Download A Soup for the Qan: Chinese Dietary Medicine of the Mongol by Paul D. Buell, Eugene N. Anderson PDF

By Paul D. Buell, Eugene N. Anderson

Paul D. Buell, Ph.D. (1977) in background, college of Washington, Seattle, is Wissenschaftlicher Mitarbeiter on the Horst-Grtz-Stiftungs-Institut, Berlin. He has released broadly at the heritage of the Mongols together with an old Dictionary of the Mongol global Empire (Scarecrow, 2003). E. N. Anderson, Ph.D. (1967) in Anthropology, Professor Emeritus of Anthropology, college of California, Riverside. a expert in ethnobiology and human ecology with vast box paintings, he's the writer of Floating international misplaced (University Press of the South 2007).Charles Perry, B.A. (1964) in heart East Languages, collage of California, Berkeley, is a Los Angeles-based author focusing on the foodstuff background of the Islamic global. His writings comprise Medieval Arab Cookery (Prospect, 2000), with A.J. Arberry and Maxime Rodinson.

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Extra resources for A Soup for the Qan: Chinese Dietary Medicine of the Mongol Era As Seen in Hu Sihui's Yinshan Zhengyao (Sir Henry Wellcome Asian Series)

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Animals could be slaughtered, but were unlikely to produce much usable meat. To do so would also severely damage the future prospects of the herd. It was possible to dry curds, milk, cheese, and even meat for later use, when it was abundant, but finding space to store such foods and long–term storage without deterioration was always a problem. Limited supplies of such foods would in any case have been exhausted by late winter. Since few imported foodstuffs were available due to the remoteness of Mongolia and problems of transport, the Mongol had no choice but to supplement the products of his pastoralism with foods assembled through hunting and gathering.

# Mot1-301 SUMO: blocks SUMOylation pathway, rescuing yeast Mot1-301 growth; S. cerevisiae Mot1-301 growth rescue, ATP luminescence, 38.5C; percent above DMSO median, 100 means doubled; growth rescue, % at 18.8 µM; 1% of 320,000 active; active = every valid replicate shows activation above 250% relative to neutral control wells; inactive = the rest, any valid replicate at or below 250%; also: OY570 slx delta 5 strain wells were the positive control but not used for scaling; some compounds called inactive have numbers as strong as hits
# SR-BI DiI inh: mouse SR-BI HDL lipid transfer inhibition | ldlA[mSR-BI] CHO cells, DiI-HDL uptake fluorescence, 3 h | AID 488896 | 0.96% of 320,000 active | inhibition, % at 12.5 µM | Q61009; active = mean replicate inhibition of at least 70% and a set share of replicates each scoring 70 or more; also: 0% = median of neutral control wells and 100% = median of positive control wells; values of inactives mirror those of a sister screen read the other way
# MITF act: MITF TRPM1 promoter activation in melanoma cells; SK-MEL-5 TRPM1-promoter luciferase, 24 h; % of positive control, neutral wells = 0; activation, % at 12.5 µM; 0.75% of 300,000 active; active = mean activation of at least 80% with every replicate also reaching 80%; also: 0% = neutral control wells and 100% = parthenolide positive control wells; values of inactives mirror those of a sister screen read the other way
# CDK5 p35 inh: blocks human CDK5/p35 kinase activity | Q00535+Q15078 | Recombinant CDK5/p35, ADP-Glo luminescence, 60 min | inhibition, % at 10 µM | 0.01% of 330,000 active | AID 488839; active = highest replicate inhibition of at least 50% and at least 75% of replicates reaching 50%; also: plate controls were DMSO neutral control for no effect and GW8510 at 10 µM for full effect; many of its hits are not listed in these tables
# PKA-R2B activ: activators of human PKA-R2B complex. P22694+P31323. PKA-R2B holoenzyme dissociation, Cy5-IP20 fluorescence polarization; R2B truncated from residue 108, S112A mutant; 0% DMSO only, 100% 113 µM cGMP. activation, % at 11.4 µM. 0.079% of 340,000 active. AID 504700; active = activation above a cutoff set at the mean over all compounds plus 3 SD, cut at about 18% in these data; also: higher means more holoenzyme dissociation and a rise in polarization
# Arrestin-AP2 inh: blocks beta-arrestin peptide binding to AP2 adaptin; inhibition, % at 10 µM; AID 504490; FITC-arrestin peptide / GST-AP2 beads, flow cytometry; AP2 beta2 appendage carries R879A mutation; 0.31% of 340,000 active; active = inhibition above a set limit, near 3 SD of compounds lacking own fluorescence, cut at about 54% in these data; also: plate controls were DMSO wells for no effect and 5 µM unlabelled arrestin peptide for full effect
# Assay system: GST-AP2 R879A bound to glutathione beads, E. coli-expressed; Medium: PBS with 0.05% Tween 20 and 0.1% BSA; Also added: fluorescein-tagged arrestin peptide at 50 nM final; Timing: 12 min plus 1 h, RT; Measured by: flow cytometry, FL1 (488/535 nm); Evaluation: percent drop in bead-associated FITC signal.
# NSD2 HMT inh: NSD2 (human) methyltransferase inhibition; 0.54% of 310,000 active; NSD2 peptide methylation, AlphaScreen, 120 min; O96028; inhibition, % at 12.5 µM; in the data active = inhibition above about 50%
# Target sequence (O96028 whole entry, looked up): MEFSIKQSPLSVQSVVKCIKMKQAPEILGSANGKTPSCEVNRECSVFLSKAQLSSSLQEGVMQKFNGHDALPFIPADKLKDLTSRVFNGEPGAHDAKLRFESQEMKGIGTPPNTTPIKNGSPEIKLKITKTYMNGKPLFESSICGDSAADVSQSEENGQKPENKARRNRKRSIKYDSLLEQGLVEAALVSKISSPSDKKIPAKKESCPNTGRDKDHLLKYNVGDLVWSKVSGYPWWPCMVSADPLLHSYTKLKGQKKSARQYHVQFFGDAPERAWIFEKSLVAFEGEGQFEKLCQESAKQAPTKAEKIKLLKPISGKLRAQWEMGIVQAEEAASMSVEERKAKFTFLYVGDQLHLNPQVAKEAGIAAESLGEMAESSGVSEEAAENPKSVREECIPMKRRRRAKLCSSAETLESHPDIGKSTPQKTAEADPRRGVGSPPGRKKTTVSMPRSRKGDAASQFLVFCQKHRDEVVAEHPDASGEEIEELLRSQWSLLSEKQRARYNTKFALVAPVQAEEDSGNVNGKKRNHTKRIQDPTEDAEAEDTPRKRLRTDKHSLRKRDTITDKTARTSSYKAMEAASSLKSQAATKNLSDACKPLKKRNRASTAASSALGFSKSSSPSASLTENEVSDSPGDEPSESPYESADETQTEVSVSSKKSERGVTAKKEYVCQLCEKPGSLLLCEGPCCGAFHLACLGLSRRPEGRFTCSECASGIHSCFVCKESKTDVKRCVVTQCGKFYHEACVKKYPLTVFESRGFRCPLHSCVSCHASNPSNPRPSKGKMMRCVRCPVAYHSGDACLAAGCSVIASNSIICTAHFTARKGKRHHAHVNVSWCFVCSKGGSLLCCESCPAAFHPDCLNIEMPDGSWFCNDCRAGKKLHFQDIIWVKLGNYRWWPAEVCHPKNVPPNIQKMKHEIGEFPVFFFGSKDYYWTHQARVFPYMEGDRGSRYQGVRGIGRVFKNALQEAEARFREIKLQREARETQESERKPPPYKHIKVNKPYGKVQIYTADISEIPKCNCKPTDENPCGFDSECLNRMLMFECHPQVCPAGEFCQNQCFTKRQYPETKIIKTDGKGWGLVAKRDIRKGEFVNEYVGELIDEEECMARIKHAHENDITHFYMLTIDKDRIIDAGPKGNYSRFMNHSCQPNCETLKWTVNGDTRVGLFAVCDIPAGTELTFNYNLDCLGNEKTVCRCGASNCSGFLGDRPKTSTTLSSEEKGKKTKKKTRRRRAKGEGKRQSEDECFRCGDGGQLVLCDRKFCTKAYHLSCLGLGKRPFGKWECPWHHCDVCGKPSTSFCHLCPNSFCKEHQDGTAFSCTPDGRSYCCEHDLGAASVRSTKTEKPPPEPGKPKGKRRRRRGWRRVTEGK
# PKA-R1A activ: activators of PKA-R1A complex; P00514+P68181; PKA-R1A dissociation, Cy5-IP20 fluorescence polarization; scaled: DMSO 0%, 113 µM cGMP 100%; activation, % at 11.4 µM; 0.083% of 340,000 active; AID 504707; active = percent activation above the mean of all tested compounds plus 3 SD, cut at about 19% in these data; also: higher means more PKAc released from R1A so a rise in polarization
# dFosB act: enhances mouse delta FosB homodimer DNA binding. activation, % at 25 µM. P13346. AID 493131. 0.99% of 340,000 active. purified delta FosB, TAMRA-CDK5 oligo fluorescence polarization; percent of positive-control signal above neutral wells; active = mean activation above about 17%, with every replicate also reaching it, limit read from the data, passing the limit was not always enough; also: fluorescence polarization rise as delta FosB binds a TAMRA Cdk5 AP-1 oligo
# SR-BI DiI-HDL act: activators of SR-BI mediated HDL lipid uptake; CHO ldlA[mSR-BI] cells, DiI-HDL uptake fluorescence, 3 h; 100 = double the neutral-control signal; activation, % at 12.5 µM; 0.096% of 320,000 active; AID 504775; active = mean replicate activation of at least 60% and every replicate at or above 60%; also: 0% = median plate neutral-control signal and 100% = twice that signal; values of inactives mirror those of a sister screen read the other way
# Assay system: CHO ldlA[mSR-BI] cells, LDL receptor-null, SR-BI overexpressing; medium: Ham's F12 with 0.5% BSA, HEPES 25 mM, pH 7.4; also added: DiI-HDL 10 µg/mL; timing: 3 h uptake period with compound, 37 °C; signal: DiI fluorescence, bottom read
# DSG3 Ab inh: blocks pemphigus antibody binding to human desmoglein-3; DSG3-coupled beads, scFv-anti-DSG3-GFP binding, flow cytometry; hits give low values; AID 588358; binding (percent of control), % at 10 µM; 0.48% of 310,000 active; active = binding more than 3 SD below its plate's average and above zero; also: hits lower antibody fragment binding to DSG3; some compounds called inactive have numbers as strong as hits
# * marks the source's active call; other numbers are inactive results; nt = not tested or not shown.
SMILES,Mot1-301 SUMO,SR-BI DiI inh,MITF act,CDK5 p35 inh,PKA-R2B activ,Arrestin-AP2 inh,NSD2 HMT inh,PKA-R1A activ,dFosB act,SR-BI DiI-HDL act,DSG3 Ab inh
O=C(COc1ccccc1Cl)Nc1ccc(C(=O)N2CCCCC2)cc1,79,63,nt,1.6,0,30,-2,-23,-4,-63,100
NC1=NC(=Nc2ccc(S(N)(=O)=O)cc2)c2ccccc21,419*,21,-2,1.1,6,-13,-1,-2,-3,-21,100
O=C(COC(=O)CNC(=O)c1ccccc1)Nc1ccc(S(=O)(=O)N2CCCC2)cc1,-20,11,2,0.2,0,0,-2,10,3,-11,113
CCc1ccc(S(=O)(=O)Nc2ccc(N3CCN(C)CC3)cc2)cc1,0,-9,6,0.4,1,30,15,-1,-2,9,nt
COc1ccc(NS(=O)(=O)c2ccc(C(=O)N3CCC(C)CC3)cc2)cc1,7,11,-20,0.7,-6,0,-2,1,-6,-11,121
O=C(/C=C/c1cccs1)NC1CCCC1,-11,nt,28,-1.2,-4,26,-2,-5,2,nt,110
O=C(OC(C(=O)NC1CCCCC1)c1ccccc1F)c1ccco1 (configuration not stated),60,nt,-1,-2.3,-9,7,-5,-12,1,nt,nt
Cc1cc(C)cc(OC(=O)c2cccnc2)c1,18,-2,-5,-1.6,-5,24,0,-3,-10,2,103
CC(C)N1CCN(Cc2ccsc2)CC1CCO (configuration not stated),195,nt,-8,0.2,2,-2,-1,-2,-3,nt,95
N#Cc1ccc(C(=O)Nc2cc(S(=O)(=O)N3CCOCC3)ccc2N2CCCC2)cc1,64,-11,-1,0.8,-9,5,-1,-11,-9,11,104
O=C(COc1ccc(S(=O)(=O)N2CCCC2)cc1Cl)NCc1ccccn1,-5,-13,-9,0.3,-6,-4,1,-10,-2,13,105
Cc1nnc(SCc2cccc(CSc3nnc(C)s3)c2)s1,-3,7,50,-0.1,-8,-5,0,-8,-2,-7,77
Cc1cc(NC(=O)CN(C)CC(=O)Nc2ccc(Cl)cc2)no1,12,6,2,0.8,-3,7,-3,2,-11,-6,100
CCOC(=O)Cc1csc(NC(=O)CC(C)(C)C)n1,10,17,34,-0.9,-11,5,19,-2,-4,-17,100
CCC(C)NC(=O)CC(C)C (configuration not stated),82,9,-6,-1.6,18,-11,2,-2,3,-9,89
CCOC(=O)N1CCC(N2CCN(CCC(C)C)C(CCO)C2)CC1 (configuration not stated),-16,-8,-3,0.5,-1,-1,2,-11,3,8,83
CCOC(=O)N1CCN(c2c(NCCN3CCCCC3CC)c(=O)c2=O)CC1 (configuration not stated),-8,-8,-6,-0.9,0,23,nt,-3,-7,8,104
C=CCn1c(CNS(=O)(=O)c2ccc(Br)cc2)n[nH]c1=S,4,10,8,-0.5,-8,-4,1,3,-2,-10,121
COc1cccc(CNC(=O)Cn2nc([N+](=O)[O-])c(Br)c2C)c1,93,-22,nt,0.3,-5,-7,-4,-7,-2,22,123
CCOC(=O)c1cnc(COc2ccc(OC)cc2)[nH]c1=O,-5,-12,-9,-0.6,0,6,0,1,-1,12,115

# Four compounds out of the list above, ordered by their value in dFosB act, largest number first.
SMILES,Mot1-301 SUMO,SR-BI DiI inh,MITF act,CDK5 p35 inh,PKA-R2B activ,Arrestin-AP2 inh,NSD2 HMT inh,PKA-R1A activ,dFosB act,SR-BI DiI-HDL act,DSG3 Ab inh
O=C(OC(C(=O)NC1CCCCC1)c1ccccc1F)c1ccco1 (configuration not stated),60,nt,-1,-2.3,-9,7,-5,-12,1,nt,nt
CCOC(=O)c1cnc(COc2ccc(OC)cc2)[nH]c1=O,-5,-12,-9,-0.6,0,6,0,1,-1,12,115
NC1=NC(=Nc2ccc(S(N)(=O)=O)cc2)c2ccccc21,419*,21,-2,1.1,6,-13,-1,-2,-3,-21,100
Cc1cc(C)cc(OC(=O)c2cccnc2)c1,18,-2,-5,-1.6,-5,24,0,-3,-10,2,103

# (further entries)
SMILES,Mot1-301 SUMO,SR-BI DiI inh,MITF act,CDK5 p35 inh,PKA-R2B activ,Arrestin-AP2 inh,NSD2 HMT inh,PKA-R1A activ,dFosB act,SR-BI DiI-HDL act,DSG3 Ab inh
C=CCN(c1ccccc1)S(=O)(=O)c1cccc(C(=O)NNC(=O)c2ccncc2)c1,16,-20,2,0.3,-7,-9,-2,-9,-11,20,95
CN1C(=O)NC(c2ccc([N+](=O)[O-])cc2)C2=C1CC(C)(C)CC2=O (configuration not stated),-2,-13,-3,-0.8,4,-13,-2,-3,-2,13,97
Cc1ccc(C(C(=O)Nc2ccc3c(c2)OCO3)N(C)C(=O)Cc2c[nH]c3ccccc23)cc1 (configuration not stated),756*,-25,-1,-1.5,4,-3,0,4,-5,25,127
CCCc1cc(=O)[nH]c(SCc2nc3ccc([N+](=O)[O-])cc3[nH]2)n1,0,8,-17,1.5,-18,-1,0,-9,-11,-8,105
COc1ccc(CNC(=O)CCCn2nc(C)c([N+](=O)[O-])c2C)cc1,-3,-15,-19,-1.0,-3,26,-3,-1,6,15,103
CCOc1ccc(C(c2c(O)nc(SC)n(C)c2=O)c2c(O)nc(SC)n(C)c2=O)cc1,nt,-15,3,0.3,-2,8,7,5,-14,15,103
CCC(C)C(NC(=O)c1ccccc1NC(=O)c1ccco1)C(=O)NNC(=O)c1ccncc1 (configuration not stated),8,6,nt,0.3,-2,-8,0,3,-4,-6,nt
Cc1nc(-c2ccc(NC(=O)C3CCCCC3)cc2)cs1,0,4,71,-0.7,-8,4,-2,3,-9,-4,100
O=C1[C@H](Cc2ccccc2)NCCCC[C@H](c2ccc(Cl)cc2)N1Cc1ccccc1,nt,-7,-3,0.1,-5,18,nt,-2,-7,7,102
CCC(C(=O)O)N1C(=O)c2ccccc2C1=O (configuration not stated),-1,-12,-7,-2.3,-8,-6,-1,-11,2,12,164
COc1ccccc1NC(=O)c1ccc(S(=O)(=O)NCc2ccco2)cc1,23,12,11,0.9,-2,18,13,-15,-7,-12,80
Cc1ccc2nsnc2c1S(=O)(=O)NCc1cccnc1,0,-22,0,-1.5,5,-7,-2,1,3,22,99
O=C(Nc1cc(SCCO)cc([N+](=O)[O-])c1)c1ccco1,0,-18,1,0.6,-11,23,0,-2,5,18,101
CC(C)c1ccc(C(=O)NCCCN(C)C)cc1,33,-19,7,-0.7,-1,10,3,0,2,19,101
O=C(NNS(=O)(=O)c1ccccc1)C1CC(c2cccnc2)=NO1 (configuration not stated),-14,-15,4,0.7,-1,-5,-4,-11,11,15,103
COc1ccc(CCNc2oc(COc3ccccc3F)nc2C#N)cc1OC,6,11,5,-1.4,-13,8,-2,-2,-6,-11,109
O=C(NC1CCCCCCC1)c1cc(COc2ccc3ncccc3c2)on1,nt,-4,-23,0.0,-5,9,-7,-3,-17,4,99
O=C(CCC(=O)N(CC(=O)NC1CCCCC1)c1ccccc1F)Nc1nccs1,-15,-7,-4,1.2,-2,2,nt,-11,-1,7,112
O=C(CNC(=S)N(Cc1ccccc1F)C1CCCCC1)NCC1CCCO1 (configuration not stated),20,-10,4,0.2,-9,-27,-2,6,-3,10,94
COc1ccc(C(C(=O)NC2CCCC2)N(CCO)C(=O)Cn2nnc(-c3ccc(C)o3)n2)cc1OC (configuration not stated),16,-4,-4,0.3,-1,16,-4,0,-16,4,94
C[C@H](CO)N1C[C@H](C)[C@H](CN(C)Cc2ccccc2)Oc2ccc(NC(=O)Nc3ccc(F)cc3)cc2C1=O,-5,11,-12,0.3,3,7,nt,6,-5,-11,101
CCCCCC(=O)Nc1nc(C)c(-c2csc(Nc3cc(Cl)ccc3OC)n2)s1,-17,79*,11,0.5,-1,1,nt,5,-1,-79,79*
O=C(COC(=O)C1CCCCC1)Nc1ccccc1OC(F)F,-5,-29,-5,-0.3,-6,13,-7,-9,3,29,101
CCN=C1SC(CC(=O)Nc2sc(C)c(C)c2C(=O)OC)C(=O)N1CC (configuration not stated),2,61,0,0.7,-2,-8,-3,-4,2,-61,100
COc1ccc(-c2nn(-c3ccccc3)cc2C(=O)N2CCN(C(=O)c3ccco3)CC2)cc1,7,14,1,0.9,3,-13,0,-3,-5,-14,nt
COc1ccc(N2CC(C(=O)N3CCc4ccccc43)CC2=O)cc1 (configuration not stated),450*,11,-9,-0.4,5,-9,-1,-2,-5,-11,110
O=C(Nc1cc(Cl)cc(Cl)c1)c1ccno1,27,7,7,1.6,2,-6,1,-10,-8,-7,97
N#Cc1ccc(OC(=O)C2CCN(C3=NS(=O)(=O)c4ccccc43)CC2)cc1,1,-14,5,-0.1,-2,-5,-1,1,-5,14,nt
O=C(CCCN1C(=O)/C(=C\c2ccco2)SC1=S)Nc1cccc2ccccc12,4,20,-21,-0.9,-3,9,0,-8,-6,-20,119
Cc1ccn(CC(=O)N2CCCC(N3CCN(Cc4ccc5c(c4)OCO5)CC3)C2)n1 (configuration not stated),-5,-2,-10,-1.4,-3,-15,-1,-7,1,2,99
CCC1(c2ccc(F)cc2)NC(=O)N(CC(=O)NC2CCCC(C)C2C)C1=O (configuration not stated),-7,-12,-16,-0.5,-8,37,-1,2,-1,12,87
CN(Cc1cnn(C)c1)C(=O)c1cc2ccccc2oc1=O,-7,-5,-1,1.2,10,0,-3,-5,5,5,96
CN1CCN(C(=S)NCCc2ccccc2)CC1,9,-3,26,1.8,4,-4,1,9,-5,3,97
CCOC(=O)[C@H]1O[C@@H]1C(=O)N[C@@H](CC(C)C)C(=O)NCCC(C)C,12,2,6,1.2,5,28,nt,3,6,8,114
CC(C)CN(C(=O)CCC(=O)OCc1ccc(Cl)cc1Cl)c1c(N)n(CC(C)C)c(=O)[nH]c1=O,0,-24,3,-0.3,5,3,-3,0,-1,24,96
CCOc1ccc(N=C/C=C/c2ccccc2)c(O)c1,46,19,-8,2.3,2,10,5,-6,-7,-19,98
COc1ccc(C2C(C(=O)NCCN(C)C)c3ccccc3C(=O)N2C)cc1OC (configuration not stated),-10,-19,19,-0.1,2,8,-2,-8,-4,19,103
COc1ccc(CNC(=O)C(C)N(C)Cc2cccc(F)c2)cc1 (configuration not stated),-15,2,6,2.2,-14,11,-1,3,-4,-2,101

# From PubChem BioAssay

The later development of Mongolian empire under the last qan, Möngke (1251-59), is reviewed in Thomas T. Allsen, Mongol Imperialism (Berkeley, 1987). HISTORICAL AND CULTURAL CONTEXT 19 great cultural diversity, and one long accustomed to foreign rule. The third sphere was that part of the Muslim World directly controlled by the Mongols, namely the Islamic communities of Turkistan, Northern Iran, portions of the Caucasus region, and the Pontic Steppe. Like China, the Muslim World extended far beyond the zone of Mongol control, south into Iran, the Arabian Peninsula, India and Southeast Asia, Central and East Africa, and west through Iraq, Syria, Palestine, and Egypt towards a distant vanishing point in Portugal and Spain, where portions of Iberia, along with adjacent West African domains, remained under local Muslim control in the thirteenth century.

M. Farquhar, The Government of China under Mongolian Rule, A Reference Guide, Münchener ostastasiatische Studien 53 (Stuttgart, 1990). See also his “Structure and Function in the Yüan Imperial Government,” in J. D. , China under Mongol Rule (Princeton, 1981), 25–55. ” Its Yuan shi description clearly shows its origin in the bodyguard of the Mongol emperors: The Xuanhui yuan, rank 3A, has charge of supplying the emperor’s food. All things connected with various substances such as grains, meat, liquors, and vegetables, all business connected with banquets for imperial relatives and guests and provisions of the various princes and bodyguard and of the ger–ün ke’ü [hereditary household slaves] and the chaifa 差法 [allotments] to be received by Mongolian myriarchs and chiliarchs are all under the control of the Xuanhui yuan.

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